To fans of network television, pilot week—the first seven days of the fall TV season—is easily the most stressful. Not only are all of your favorite shows set to premiere, but a new slate of much-hyped fare makes its bow, draining your DVR of precious space and leaving you tired and irritable at work every morning. Or maybe this only describes me. No matter. In order to ease the burdens imposed by this stressful time, I have come up with a handy guide to separate the haves from the have-nots, the future classics from those never-to-again-be-seen-on-television.
The Lost-Lost Scale
The former television show is of course a reference to the recently concluded epic saga, to my mind The Greatest Show of All-Time. As for the low end of the pilot spectrum, the latter references the program that debuted the same evening as The Amazing Race—and likely has not been thought about since.
Bowing on September 4, 2001, the show dropped three (blindfolded) teams of two thousands of miles away from their destination with only a backpack full of clothes and other necessities at their disposal. To this day, I remain unsure if they—or the producers—ever found their respective compasses as only a handful of episodes were ever aired. The Amazing Race, meanwhile, won the first seven Emmy Awards for Best Reality Series—Top Chef ended its remarkable run this year—and just commenced its 17th season on Sunday.
Below I have provided a brief review and numerical analysis (11 being the best, zero the worst) of all recently debuted pilots—only those new shows I deign to watch—as well as analysis of reality shows—Survivor, The Apprentice, and the heretofore mentioned Race—that features new casts and formats. (Call me snooty if you must, but the newest edition of Dancing with the Stars and undoubtedly God-awful Sarah Palin’s Alaska probably will refuse to be recorded by my highfalutin DVR anyway.)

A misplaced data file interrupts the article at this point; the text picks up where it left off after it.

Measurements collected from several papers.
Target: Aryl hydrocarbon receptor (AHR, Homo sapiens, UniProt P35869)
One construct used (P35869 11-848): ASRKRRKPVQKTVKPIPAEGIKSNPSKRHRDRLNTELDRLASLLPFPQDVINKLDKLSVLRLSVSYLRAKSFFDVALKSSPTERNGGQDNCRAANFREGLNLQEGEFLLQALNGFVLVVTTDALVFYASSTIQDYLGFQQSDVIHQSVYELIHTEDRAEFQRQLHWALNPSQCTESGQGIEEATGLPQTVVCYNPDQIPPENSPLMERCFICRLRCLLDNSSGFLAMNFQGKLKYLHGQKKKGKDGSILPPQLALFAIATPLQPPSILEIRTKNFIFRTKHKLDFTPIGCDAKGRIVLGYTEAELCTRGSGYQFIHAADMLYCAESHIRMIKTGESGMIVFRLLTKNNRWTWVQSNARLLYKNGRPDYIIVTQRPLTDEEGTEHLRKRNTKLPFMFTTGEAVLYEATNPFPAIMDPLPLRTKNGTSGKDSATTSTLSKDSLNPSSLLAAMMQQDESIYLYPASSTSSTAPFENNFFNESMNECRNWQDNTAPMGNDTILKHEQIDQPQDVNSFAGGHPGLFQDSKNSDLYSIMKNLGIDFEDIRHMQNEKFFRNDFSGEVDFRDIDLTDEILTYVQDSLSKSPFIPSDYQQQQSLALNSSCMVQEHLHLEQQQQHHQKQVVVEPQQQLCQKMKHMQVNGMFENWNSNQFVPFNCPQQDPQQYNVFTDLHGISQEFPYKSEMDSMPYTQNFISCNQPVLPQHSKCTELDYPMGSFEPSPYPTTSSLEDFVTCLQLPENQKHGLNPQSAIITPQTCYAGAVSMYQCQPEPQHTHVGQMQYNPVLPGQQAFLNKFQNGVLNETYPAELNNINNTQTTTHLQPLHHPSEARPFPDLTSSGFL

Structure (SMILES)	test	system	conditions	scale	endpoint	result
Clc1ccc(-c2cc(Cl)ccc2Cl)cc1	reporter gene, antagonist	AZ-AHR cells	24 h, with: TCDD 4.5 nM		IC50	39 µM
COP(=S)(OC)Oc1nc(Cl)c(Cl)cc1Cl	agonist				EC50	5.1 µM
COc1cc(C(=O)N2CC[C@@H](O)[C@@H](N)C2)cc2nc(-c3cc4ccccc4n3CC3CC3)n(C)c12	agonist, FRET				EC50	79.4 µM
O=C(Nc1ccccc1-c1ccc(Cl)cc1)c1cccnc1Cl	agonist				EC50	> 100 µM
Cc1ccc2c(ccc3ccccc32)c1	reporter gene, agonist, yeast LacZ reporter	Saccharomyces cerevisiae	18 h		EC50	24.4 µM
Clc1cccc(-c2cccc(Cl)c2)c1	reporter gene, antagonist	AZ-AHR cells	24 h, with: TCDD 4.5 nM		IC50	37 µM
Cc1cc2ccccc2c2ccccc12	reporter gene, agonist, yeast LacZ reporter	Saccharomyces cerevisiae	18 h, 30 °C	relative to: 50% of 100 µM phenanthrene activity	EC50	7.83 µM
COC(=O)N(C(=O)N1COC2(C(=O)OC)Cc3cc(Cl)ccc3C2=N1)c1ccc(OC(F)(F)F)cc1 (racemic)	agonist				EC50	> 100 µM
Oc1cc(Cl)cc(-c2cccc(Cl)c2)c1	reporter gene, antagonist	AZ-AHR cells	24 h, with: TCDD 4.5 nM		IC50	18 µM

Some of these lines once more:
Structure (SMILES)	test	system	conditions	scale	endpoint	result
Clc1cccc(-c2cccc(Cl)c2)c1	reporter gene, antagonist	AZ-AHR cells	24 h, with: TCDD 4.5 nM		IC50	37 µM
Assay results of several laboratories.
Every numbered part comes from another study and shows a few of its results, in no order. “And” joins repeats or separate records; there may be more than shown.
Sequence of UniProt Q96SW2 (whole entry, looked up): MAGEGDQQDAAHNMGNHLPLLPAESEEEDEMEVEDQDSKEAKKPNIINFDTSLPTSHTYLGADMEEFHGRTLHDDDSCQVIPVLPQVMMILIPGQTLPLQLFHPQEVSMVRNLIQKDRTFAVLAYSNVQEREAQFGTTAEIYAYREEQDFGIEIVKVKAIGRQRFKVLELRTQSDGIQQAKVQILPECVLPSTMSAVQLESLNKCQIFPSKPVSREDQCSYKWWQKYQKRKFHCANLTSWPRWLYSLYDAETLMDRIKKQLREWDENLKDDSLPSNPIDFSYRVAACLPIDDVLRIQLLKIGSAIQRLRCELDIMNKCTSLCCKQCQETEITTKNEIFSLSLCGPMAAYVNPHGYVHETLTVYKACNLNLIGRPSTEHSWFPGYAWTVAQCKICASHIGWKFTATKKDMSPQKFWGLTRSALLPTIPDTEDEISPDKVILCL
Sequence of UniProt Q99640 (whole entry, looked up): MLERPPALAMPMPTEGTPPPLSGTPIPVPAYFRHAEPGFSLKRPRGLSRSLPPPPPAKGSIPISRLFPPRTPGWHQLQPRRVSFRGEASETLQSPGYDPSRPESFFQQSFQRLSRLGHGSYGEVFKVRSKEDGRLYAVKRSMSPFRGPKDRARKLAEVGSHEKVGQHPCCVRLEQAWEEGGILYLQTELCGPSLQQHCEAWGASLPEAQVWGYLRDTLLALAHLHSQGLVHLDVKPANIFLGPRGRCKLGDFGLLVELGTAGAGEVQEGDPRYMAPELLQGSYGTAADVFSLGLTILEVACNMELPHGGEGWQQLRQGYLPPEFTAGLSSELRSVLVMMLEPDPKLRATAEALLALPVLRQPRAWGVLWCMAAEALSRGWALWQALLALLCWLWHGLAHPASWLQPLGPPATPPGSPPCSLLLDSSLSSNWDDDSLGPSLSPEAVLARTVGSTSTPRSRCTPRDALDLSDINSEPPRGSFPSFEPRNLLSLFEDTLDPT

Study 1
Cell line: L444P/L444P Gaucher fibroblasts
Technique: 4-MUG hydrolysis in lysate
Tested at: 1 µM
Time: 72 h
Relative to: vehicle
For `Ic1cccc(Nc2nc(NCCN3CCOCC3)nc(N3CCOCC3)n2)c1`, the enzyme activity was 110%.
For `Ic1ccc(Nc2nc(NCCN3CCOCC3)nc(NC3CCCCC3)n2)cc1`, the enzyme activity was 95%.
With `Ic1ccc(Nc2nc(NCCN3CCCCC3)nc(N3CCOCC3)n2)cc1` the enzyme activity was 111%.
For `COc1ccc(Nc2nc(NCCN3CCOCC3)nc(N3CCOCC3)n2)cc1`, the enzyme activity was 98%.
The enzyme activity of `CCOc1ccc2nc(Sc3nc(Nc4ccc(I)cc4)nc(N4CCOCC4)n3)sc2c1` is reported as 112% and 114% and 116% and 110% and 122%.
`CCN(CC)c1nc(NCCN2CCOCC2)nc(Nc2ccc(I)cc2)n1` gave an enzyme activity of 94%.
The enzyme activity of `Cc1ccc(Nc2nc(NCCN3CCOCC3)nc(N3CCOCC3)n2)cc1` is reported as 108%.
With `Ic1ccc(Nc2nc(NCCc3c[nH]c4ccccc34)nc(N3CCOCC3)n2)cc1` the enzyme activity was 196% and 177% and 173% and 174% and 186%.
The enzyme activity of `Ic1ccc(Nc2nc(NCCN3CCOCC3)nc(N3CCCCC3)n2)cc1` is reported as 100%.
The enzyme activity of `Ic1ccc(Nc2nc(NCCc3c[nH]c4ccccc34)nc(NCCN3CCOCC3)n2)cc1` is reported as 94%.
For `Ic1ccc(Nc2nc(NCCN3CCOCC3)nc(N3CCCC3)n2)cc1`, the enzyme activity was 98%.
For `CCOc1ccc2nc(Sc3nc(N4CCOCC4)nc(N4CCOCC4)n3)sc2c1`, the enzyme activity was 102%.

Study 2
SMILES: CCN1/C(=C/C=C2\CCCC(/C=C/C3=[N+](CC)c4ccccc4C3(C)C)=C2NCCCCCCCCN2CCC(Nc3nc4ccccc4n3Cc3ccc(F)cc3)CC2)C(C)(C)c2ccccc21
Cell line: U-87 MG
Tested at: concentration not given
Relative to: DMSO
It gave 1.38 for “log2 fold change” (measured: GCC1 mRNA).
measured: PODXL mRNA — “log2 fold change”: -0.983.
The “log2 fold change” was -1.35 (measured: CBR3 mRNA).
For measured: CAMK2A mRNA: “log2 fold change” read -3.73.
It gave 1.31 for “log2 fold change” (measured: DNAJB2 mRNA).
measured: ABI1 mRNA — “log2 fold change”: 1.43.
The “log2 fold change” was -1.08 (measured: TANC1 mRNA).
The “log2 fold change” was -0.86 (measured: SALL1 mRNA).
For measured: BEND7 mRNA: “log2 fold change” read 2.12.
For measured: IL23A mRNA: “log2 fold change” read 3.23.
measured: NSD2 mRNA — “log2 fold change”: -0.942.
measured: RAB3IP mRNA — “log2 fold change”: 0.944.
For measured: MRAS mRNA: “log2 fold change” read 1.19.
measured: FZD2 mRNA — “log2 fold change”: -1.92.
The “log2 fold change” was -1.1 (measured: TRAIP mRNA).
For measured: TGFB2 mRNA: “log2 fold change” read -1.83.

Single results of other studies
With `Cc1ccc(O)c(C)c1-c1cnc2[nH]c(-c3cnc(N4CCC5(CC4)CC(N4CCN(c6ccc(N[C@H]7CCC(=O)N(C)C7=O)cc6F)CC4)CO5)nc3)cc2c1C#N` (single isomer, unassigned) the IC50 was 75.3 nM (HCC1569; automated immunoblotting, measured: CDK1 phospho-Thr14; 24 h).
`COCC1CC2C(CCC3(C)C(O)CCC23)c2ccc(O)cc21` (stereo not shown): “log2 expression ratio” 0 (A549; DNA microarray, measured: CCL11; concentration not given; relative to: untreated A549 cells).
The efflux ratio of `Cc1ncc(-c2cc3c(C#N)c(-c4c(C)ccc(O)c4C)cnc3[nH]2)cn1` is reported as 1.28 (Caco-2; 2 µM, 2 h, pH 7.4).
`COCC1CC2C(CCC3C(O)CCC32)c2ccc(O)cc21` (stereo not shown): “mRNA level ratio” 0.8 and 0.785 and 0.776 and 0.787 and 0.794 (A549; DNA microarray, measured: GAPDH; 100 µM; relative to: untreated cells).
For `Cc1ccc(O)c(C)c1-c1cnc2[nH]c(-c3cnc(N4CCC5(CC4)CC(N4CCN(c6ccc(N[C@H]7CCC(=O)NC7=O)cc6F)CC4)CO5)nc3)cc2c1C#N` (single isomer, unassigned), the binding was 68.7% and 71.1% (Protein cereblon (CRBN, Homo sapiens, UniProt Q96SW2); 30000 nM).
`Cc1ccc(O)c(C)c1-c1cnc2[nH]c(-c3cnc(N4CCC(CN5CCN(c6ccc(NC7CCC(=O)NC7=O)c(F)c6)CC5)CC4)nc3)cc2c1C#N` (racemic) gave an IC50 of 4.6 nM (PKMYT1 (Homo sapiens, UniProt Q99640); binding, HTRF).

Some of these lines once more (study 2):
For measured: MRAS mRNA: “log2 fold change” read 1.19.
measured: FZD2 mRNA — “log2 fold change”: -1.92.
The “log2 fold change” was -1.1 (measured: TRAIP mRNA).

Without further ado . . . (reviews listed in order of debut)
Survivor: Nicaragua (debuted Wednesday, Sep. 15, 8 p.m. Eastern on CBS)—I don’t know if any edition will ever top the intensity, strategy, and devious machinations of last season’s tour-de-force of ‘Heroes vs. Villians’, but so far so good on the latest edition. One of the shows that benefit most from lush high definition, the producers of Survivor are also apt at staying ahead of those who have watched every minute of every season, unveiling new talismans like the Medallion of Power into a game already more taxing—mentally, physically, psychologically—than any couch potato can imagine. Host Jeff Probst, too, remains at the top of his profession. His questions at Tribal Council are all incisive, probing, and on point. Lost-Lost Scale: 10.0.
Outlaw (debuted Wednesday, Sep. 15, airs Fridays at 10 p.m. on NBC)—Oy. After great turns on L.A. Law and, of course, The West Wing, I’m admittedly a big Jimmy Smits fan. And the plot—a Supreme Court justice steps down from his lifetime post to Fight the Good Fight, ala his famous father—is both novel and noble. But its execution is too flippant and incongruous. I would much prefer a far grittier take on such pressing matters as the death penalty, the focus of the pilot. Perhaps it will begin to trend that way in future episodes; if so, I will tune in next summer on DVD. As for now, though, it has the auspicious distinction of being the first show cancelled by my DVR. LLS: 4.7.